Covina-Valley Unified rally against district resolved

Educators from the area of San Dimas to Covina banded together in a protest have since come to an agreement with the district

To voice their dissent regarding low wages and Covina-Valley Unified School District’s plan to put a hard cap on health benefits, teachers and those in support from the district had organized a strike.

The Covina teacher union, Covina Unified Education Association, officially notified the district of their intent to strike on Nov. 28, in the form of a letter written by CUEA President Adam Hampton that was sent to the district Superintendent Elizabeth Eminhizer.

This strike was to take place Thursday Dec. 1, but protestors gathered a day earlier on Wednesday, Nov. 30, to make their demands clear. There were over 600 people outside of Covina-Valley Unified District’s headquarters in Covina that day urging a new contract to be made that would work in the interest of the educators and agree with their terms regarding issues that revolved around salaries, health benefits and better support for special education teachers.

In a report from the San Gabriel Valley Tribune, it was stated that officials from the union desired a 5.2% increase for employees that worked in 2021-22, which was to include retirees, resignations and released employees. They also asked for a 10% increase in the 2022-23 fiscal year and a 10% increase for special education teachers in 2024-25.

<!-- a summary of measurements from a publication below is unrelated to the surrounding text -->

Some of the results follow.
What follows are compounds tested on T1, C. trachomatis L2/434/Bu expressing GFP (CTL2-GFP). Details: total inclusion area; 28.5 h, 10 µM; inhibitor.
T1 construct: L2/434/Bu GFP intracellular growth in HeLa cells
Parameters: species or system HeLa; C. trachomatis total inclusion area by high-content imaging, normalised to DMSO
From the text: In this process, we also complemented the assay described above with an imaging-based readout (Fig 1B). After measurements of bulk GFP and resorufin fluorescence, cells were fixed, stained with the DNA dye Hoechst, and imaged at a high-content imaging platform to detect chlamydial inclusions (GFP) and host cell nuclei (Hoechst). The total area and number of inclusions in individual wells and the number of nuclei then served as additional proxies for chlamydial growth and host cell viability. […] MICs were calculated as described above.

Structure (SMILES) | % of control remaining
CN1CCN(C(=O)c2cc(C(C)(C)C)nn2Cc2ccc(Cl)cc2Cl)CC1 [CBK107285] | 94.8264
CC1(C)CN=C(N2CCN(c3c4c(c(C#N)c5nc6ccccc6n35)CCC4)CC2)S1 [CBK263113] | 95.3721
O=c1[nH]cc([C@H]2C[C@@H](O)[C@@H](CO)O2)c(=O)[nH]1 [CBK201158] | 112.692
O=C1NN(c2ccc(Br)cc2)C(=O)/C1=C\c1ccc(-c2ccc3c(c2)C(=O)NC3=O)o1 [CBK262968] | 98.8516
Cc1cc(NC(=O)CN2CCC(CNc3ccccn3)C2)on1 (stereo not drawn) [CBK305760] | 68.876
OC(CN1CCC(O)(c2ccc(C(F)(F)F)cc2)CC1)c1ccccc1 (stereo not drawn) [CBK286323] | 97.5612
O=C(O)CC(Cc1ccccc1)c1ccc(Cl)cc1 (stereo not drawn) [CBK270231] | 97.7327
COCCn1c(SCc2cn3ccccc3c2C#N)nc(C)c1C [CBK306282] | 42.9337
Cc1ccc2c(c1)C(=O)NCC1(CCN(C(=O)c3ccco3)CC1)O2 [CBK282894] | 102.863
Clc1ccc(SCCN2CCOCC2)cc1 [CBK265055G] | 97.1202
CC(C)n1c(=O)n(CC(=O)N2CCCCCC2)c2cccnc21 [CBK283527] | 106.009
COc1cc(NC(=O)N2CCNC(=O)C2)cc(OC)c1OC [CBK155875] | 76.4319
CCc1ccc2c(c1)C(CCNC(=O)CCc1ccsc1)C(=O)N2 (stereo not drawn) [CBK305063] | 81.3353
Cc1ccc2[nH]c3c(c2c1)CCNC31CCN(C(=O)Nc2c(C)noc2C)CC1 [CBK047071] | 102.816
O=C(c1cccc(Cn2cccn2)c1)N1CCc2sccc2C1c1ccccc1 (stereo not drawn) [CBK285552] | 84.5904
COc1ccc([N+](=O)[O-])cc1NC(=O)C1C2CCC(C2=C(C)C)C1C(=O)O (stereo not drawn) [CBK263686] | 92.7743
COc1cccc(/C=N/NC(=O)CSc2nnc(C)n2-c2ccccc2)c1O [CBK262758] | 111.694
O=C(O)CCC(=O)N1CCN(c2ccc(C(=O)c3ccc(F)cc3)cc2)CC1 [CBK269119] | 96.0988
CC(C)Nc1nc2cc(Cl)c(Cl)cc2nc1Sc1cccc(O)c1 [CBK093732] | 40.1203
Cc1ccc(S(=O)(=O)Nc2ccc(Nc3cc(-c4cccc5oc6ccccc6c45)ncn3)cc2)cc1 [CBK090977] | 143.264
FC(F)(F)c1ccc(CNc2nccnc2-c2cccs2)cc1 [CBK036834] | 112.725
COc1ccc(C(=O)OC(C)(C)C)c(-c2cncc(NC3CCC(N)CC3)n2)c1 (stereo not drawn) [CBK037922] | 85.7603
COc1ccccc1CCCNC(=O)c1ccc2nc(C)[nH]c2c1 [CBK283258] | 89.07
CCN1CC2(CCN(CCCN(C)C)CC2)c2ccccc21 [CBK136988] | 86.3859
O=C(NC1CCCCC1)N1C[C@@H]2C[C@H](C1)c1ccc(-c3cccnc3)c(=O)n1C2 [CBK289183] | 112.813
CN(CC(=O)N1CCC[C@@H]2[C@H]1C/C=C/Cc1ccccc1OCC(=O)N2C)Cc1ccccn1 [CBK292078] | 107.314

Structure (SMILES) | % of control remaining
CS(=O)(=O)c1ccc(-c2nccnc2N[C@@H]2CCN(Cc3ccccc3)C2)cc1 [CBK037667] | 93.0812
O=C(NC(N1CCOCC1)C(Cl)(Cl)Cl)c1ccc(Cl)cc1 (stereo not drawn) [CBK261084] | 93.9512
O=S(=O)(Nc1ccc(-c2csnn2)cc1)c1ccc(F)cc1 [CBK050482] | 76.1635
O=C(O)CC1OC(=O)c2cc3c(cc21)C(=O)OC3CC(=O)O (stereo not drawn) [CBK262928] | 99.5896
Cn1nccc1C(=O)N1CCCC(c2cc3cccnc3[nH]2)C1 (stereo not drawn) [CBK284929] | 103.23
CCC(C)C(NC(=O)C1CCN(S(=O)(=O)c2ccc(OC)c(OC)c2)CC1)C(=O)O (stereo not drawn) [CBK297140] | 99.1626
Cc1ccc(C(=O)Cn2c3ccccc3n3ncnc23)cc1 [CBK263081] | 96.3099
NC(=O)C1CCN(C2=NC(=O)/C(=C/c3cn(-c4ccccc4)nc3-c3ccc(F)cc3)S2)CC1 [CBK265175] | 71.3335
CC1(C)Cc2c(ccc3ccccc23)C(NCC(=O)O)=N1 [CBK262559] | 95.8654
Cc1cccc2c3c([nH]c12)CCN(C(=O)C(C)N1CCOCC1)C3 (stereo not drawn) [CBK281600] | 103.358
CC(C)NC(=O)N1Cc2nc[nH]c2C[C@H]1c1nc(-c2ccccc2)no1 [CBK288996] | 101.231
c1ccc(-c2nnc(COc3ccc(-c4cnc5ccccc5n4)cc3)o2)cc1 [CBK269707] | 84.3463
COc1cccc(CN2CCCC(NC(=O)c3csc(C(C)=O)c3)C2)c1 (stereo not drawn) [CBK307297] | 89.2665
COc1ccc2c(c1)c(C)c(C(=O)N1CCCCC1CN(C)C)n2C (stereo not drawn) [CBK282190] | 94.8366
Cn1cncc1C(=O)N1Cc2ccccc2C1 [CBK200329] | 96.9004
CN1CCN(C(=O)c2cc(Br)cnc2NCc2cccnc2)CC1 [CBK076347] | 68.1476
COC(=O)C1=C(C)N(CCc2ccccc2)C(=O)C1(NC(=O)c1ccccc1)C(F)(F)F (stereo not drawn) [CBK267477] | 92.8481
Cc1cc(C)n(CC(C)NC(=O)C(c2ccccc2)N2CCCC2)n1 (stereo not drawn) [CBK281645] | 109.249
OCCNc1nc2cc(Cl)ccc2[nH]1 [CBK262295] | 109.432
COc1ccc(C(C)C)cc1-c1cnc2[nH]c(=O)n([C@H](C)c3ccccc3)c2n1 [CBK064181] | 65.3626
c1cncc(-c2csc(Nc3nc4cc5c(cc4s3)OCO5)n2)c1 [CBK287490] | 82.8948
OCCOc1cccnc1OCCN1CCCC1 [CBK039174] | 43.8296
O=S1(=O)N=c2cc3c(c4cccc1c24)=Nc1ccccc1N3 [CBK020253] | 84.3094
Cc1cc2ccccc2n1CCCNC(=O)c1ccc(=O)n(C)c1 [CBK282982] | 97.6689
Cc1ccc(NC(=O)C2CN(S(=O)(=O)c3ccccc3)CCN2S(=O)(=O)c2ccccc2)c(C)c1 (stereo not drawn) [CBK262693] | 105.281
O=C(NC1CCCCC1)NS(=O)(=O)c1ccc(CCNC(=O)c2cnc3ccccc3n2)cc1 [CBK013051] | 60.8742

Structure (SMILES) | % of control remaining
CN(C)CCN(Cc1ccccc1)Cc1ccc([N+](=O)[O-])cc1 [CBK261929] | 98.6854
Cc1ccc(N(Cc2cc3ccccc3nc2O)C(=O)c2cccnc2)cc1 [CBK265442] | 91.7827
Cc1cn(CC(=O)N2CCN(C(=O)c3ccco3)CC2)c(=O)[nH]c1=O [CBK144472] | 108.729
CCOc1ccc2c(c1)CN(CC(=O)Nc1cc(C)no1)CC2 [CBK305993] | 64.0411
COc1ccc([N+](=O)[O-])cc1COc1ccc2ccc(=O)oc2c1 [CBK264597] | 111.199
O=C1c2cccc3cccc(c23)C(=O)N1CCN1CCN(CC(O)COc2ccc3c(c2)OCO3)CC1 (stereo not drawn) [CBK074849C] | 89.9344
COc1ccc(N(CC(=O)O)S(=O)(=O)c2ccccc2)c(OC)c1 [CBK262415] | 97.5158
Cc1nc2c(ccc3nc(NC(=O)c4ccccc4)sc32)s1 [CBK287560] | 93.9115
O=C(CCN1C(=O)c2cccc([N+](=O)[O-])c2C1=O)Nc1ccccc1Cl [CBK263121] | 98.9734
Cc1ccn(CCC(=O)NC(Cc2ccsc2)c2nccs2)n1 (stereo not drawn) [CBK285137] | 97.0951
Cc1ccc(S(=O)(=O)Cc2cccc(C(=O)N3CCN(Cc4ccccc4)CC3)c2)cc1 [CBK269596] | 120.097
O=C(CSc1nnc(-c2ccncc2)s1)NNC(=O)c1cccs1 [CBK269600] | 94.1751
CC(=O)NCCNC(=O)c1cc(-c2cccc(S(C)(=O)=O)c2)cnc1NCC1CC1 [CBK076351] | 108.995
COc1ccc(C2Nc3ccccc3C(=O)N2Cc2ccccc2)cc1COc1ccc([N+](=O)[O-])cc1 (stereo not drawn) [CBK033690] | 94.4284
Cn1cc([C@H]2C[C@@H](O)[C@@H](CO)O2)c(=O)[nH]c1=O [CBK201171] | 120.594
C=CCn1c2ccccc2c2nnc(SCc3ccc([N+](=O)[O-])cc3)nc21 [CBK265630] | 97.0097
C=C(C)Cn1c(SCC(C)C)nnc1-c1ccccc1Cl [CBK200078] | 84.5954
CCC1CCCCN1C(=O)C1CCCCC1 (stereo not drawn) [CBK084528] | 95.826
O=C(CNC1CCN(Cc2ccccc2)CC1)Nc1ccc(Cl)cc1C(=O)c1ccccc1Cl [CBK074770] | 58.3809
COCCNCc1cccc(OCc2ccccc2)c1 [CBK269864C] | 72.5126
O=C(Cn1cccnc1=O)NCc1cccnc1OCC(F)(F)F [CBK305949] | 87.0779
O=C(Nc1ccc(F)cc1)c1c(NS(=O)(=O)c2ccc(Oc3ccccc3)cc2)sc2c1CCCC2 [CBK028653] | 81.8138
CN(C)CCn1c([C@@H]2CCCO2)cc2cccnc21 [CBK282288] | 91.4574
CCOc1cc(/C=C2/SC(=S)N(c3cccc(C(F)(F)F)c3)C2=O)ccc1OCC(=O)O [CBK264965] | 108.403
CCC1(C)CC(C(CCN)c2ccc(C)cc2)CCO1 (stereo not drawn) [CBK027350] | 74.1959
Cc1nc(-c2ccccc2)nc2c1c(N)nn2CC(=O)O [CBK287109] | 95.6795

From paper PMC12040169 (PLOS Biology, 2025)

This strike was foreseen, as it was reported that the Public Employment Relations Board attempted to convince the district to bargain with the union to prevent the strike from ever happening and vouched for a salary increase, a bigger stipend for teachers in special education and 150 minutes for special education teachers teaching transitional kindergarten through sixth graders.

Such agreement didn’t come and 96% of the district’s teachers voted to go on strike and garnered support from the California Teachers Association.

Before they could hold a second demonstration, the district had tweeted that the district and union had been able to agree on a tentative deal overnight; the agreement likely being struck because a strike would have risked disrupting the education of over 13,000 students, canceling extracurricular activities and required last-minute hiring of a mass amount of substitute teachers.

Instead of signs related to protest, educators held up signs of appreciation on Dec. 1 to thank those that supported their efforts to celebrate the victory.